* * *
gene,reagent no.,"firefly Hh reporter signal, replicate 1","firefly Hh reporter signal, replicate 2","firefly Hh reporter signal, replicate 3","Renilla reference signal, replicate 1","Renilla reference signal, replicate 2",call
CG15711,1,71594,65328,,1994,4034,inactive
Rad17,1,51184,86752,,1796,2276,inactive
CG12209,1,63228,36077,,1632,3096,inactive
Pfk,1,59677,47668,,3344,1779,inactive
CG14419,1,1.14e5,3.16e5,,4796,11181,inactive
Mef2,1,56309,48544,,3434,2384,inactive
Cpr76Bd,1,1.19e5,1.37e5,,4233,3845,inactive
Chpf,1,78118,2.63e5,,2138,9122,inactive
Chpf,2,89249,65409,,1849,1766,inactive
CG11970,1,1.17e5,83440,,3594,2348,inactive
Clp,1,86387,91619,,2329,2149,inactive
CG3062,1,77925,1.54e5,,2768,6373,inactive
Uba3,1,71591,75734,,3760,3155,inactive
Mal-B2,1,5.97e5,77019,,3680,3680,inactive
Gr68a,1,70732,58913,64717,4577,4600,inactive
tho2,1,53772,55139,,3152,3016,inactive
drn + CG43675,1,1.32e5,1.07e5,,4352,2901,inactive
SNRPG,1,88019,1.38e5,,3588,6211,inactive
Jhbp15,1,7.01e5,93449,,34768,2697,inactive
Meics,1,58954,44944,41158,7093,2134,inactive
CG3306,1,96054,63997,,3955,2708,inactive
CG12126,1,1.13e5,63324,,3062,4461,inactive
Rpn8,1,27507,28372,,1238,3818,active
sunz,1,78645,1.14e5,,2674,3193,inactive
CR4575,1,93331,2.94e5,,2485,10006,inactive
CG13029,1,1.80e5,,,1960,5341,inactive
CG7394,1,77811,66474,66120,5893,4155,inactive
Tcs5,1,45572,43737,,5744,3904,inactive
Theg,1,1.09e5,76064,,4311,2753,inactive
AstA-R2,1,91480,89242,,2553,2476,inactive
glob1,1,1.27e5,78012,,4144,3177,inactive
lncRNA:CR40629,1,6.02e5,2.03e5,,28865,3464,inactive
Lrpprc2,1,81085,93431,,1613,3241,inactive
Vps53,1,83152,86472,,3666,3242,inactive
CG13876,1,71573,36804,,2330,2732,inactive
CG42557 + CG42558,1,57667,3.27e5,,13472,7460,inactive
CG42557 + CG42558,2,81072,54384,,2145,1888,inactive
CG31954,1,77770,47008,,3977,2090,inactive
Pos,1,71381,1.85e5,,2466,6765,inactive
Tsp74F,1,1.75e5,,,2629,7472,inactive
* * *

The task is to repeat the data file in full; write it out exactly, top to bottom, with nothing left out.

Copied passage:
gene,reagent no.,"firefly Hh reporter signal, replicate 1","firefly Hh reporter signal, replicate 2","firefly Hh reporter signal, replicate 3","Renilla reference signal, replicate 1","Renilla reference signal, replicate 2",call
CG15711,1,71594,65328,,1994,4034,inactive
Rad17,1,51184,86752,,1796,2276,inactive
CG12209,1,63228,36077,,1632,3096,inactive
Pfk,1,59677,47668,,3344,1779,inactive
CG14419,1,1.14e5,3.16e5,,4796,11181,inactive
Mef2,1,56309,48544,,3434,2384,inactive
Cpr76Bd,1,1.19e5,1.37e5,,4233,3845,inactive
Chpf,1,78118,2.63e5,,2138,9122,inactive
Chpf,2,89249,65409,,1849,1766,inactive
CG11970,1,1.17e5,83440,,3594,2348,inactive
Clp,1,86387,91619,,2329,2149,inactive
CG3062,1,77925,1.54e5,,2768,6373,inactive
Uba3,1,71591,75734,,3760,3155,inactive
Mal-B2,1,5.97e5,77019,,3680,3680,inactive
Gr68a,1,70732,58913,64717,4577,4600,inactive
tho2,1,53772,55139,,3152,3016,inactive
drn + CG43675,1,1.32e5,1.07e5,,4352,2901,inactive
SNRPG,1,88019,1.38e5,,3588,6211,inactive
Jhbp15,1,7.01e5,93449,,34768,2697,inactive
Meics,1,58954,44944,41158,7093,2134,inactive
CG3306,1,96054,63997,,3955,2708,inactive
CG12126,1,1.13e5,63324,,3062,4461,inactive
Rpn8,1,27507,28372,,1238,3818,active
sunz,1,78645,1.14e5,,2674,3193,inactive
CR4575,1,93331,2.94e5,,2485,10006,inactive
CG13029,1,1.80e5,,,1960,5341,inactive
CG7394,1,77811,66474,66120,5893,4155,inactive
Tcs5,1,45572,43737,,5744,3904,inactive
Theg,1,1.09e5,76064,,4311,2753,inactive
AstA-R2,1,91480,89242,,2553,2476,inactive
glob1,1,1.27e5,78012,,4144,3177,inactive
lncRNA:CR40629,1,6.02e5,2.03e5,,28865,3464,inactive
Lrpprc2,1,81085,93431,,1613,3241,inactive
Vps53,1,83152,86472,,3666,3242,inactive
CG13876,1,71573,36804,,2330,2732,inactive
CG42557 + CG42558,1,57667,3.27e5,,13472,7460,inactive
CG42557 + CG42558,2,81072,54384,,2145,1888,inactive
CG31954,1,77770,47008,,3977,2090,inactive
Pos,1,71381,1.85e5,,2466,6765,inactive
Tsp74F,1,1.75e5,,,2629,7472,inactive